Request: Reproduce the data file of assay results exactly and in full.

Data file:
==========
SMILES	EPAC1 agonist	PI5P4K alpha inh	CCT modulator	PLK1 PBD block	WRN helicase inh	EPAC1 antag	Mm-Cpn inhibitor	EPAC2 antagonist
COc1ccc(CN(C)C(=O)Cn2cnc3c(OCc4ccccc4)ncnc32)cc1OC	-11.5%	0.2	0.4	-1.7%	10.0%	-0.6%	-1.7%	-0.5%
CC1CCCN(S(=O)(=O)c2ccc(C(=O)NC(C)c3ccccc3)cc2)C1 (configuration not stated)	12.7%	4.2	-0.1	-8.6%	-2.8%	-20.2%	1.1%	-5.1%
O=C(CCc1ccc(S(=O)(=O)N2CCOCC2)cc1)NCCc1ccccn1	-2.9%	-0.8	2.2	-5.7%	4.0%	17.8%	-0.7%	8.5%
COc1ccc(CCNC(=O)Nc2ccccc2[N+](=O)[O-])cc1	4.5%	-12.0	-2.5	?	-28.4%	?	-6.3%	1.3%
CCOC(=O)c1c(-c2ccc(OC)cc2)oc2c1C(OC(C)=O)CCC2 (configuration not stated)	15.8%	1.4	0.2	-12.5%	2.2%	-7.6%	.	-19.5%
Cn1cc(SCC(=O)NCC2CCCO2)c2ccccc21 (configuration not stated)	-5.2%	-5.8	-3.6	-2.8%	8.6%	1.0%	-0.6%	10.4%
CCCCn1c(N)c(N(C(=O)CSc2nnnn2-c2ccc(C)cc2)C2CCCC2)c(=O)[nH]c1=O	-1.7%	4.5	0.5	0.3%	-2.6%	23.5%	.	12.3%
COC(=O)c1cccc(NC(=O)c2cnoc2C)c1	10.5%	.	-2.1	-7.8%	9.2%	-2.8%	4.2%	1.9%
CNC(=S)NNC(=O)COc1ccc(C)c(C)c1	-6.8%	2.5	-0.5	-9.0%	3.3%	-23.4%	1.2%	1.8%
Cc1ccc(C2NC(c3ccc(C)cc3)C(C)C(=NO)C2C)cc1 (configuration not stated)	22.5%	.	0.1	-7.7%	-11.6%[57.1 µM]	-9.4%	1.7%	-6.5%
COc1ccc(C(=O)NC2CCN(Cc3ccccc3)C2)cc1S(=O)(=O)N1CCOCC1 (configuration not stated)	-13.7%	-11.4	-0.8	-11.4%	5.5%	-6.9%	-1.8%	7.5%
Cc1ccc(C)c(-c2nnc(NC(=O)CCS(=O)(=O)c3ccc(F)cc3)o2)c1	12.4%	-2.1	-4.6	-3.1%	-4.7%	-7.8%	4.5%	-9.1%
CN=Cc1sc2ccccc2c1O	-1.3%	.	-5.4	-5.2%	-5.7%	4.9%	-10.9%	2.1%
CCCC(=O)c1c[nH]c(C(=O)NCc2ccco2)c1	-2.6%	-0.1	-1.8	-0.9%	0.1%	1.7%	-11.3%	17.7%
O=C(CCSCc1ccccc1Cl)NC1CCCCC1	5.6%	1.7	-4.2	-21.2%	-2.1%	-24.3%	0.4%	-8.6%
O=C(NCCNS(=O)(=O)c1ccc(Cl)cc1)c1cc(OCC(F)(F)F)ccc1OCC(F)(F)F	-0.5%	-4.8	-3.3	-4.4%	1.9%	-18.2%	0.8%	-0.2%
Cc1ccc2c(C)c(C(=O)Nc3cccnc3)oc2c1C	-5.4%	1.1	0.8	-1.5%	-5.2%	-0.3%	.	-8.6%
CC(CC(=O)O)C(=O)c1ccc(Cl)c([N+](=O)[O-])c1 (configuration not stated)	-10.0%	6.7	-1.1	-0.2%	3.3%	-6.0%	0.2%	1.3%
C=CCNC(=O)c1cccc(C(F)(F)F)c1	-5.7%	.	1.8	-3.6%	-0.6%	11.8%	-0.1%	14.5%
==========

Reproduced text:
SMILES	EPAC1 agonist	PI5P4K alpha inh	CCT modulator	PLK1 PBD block	WRN helicase inh	EPAC1 antag	Mm-Cpn inhibitor	EPAC2 antagonist
COc1ccc(CN(C)C(=O)Cn2cnc3c(OCc4ccccc4)ncnc32)cc1OC	-11.5%	0.2	0.4	-1.7%	10.0%	-0.6%	-1.7%	-0.5%
CC1CCCN(S(=O)(=O)c2ccc(C(=O)NC(C)c3ccccc3)cc2)C1 (configuration not stated)	12.7%	4.2	-0.1	-8.6%	-2.8%	-20.2%	1.1%	-5.1%
O=C(CCc1ccc(S(=O)(=O)N2CCOCC2)cc1)NCCc1ccccn1	-2.9%	-0.8	2.2	-5.7%	4.0%	17.8%	-0.7%	8.5%
COc1ccc(CCNC(=O)Nc2ccccc2[N+](=O)[O-])cc1	4.5%	-12.0	-2.5	?	-28.4%	?	-6.3%	1.3%
CCOC(=O)c1c(-c2ccc(OC)cc2)oc2c1C(OC(C)=O)CCC2 (configuration not stated)	15.8%	1.4	0.2	-12.5%	2.2%	-7.6%	.	-19.5%
Cn1cc(SCC(=O)NCC2CCCO2)c2ccccc21 (configuration not stated)	-5.2%	-5.8	-3.6	-2.8%	8.6%	1.0%	-0.6%	10.4%
CCCCn1c(N)c(N(C(=O)CSc2nnnn2-c2ccc(C)cc2)C2CCCC2)c(=O)[nH]c1=O	-1.7%	4.5	0.5	0.3%	-2.6%	23.5%	.	12.3%
COC(=O)c1cccc(NC(=O)c2cnoc2C)c1	10.5%	.	-2.1	-7.8%	9.2%	-2.8%	4.2%	1.9%
CNC(=S)NNC(=O)COc1ccc(C)c(C)c1	-6.8%	2.5	-0.5	-9.0%	3.3%	-23.4%	1.2%	1.8%
Cc1ccc(C2NC(c3ccc(C)cc3)C(C)C(=NO)C2C)cc1 (configuration not stated)	22.5%	.	0.1	-7.7%	-11.6%[57.1 µM]	-9.4%	1.7%	-6.5%
COc1ccc(C(=O)NC2CCN(Cc3ccccc3)C2)cc1S(=O)(=O)N1CCOCC1 (configuration not stated)	-13.7%	-11.4	-0.8	-11.4%	5.5%	-6.9%	-1.8%	7.5%
Cc1ccc(C)c(-c2nnc(NC(=O)CCS(=O)(=O)c3ccc(F)cc3)o2)c1	12.4%	-2.1	-4.6	-3.1%	-4.7%	-7.8%	4.5%	-9.1%
CN=Cc1sc2ccccc2c1O	-1.3%	.	-5.4	-5.2%	-5.7%	4.9%	-10.9%	2.1%
CCCC(=O)c1c[nH]c(C(=O)NCc2ccco2)c1	-2.6%	-0.1	-1.8	-0.9%	0.1%	1.7%	-11.3%	17.7%
O=C(CCSCc1ccccc1Cl)NC1CCCCC1	5.6%	1.7	-4.2	-21.2%	-2.1%	-24.3%	0.4%	-8.6%
O=C(NCCNS(=O)(=O)c1ccc(Cl)cc1)c1cc(OCC(F)(F)F)ccc1OCC(F)(F)F	-0.5%	-4.8	-3.3	-4.4%	1.9%	-18.2%	0.8%	-0.2%
Cc1ccc2c(C)c(C(=O)Nc3cccnc3)oc2c1C	-5.4%	1.1	0.8	-1.5%	-5.2%	-0.3%	.	-8.6%
CC(CC(=O)O)C(=O)c1ccc(Cl)c([N+](=O)[O-])c1 (configuration not stated)	-10.0%	6.7	-1.1	-0.2%	3.3%	-6.0%	0.2%	1.3%
C=CCNC(=O)c1cccc(C(F)(F)F)c1	-5.7%	.	1.8	-3.6%	-0.6%	11.8%	-0.1%	14.5%